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Although more consensus is now emerging on the magnitude and frequency of cascading trophic effects in aquatic communities, the debate over their terrestrial counterparts continues. We used meta-analysis to analyze field experiments on trophic cascades in terrestrial arthropod-dominated food webs to evaluate the overall magnitude of trophic cascades and(More)
The race for reaching mates by the time they are receptive, or sexual selection by scramble competition, has received little attention. We argue that smaller males are favored in species in which the male must climb to reach females located in high habitat patches. This new explanation we term the "gravity hypothesis" of sexual size dimorphism (SSD). We(More)
The effectiveness of generalist predators in biological control may be diminished if increased availability of alternative prey causes individual predators to decrease their consumption of crop pests. Farming practices that enhance densities of microbidetritivores in the detrital food web can lead to increased densities of generalist predators that feed on(More)
In many regions of the world, variable retention has replaced clear-cutlogging as the principal method of regeneration harvest. Partial retention of the overstory is thought to ensure greater continuity of the species and ecological processes that characterize older forests. Level (amount) and spatial pattern of overstory retention are two basic elements of(More)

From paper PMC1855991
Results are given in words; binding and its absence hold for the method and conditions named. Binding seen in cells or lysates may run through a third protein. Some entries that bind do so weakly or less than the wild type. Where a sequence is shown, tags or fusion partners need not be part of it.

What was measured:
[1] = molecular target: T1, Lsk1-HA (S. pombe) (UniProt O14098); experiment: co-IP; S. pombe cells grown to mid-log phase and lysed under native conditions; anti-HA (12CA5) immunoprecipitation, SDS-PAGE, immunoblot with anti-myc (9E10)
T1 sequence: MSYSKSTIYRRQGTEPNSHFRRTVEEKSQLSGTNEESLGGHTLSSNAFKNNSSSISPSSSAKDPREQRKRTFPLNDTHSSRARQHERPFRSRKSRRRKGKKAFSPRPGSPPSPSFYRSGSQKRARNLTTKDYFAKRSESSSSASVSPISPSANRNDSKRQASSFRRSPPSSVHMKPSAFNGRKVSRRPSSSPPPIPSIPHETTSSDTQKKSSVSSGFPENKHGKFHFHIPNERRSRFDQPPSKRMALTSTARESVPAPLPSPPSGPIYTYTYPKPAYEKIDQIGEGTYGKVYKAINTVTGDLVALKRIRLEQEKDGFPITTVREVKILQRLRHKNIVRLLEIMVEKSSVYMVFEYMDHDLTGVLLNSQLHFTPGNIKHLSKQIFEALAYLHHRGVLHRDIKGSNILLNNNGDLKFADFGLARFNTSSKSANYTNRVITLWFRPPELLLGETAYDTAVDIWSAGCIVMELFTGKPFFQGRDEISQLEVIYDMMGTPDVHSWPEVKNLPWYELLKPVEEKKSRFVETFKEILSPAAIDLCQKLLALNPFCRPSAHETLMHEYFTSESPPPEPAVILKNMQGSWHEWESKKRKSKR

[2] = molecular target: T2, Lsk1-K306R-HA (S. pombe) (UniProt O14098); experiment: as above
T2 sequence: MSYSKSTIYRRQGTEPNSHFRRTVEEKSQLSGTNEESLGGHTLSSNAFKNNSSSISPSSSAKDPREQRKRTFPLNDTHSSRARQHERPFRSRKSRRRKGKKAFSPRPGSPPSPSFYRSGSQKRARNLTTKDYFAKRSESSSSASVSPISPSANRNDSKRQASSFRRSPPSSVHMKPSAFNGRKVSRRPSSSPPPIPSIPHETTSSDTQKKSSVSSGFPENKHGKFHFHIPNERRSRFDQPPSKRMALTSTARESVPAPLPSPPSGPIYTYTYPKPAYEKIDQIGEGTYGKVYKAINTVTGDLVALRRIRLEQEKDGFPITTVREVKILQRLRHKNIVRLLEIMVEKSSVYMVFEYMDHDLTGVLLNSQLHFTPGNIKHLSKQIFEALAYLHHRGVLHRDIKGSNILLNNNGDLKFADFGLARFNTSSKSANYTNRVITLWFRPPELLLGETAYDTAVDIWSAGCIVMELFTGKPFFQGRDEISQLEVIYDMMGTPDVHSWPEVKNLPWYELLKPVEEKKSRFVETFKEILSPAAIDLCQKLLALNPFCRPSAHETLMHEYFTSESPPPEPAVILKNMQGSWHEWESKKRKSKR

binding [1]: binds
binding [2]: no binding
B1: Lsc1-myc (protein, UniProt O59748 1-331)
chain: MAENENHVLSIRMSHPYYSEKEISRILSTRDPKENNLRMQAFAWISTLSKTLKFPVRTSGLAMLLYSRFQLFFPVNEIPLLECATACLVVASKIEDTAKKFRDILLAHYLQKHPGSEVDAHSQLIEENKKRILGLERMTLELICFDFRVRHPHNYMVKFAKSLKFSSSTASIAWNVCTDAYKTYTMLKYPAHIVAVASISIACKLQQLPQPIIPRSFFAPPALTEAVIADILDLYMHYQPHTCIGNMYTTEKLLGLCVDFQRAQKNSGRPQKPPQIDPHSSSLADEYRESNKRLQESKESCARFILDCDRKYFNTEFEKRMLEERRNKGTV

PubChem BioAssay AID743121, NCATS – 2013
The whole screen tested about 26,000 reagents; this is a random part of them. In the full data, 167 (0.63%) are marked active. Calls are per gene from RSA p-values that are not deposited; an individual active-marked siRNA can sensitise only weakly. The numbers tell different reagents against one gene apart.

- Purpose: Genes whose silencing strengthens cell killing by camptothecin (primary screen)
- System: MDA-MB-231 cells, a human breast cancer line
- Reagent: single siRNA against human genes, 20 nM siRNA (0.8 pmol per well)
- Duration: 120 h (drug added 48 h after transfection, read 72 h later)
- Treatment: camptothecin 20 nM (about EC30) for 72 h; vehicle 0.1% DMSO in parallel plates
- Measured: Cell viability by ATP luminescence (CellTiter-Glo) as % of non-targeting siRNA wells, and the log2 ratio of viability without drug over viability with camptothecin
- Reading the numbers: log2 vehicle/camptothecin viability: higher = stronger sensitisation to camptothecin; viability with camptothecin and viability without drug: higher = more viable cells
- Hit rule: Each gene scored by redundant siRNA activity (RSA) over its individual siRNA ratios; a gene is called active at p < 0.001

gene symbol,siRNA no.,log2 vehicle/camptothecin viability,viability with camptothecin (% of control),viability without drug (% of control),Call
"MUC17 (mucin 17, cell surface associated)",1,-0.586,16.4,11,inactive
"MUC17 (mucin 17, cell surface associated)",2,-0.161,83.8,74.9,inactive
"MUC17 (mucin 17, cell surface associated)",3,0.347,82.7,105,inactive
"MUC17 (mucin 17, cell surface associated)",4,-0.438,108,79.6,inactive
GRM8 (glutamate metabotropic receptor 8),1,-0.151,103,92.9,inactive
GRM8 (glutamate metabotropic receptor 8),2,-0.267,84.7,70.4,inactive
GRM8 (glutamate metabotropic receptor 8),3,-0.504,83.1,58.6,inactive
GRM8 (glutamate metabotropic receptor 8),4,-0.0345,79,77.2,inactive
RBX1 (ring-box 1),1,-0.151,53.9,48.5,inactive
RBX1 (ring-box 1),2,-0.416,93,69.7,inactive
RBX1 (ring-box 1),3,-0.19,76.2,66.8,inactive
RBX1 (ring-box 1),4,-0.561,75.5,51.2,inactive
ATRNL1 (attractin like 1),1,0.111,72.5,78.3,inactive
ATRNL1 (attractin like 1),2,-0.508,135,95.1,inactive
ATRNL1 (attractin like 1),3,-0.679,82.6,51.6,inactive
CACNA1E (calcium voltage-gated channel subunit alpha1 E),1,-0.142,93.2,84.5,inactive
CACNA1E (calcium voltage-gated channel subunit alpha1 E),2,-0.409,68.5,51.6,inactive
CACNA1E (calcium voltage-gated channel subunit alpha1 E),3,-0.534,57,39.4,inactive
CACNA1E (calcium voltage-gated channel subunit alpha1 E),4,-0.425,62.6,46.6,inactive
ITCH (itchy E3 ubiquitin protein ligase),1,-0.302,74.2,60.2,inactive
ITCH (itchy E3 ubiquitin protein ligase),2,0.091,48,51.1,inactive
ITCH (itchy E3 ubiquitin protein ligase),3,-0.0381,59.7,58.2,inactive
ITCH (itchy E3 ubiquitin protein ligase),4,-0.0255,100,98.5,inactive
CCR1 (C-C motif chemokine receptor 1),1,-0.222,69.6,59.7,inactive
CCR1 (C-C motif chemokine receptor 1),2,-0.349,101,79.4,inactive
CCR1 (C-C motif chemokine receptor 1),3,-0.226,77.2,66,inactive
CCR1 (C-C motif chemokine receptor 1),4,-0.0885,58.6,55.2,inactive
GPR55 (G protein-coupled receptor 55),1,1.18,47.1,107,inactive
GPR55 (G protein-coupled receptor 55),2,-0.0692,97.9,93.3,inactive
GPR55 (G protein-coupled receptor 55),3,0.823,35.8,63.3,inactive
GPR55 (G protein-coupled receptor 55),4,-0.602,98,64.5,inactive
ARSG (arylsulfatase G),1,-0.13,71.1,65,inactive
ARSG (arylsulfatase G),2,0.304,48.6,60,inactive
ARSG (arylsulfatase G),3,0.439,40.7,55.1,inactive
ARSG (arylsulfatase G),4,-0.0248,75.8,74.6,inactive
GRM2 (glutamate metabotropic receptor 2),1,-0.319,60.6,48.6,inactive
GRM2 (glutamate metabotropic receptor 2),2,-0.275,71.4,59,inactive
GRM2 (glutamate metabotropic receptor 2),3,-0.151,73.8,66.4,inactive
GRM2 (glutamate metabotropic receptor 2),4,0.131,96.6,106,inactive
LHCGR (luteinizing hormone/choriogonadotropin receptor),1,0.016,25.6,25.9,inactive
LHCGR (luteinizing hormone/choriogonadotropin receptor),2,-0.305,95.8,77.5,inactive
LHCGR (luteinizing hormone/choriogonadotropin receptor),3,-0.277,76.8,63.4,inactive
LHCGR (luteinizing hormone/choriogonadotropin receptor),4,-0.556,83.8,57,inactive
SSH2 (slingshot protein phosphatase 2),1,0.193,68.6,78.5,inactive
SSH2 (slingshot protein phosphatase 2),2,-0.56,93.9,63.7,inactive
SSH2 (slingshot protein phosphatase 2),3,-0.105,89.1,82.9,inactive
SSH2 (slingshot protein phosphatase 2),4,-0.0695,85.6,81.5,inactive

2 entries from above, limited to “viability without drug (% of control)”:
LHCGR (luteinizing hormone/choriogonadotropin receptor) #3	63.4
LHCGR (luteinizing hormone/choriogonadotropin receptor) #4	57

Spiders and ants are potential competitors and mutual predators. Indirect evidence from previous research has suggested that ant foraging may significantly lower the abundance of arboreal spiders in young Douglas-fir plantations in western Oregon. This study tested the effect of foraging by ants, dominated by Camponotus spp., on spider assemblages in(More)
Cover photos. Monitoring wildlife, rare plants, and their habitats is conveyed through three photos: (1) Peromyscus maniculatus, on Pesola scale (photo credit: Dean E. Pearson); (2) western prairie fringed orchid (Platanthera praeclara) (photo credit: Carolyn Hull Sieg); and (3) measuring a ponderosa pine (Pinus ponderosa) log in Idaho (photo credit:(More)
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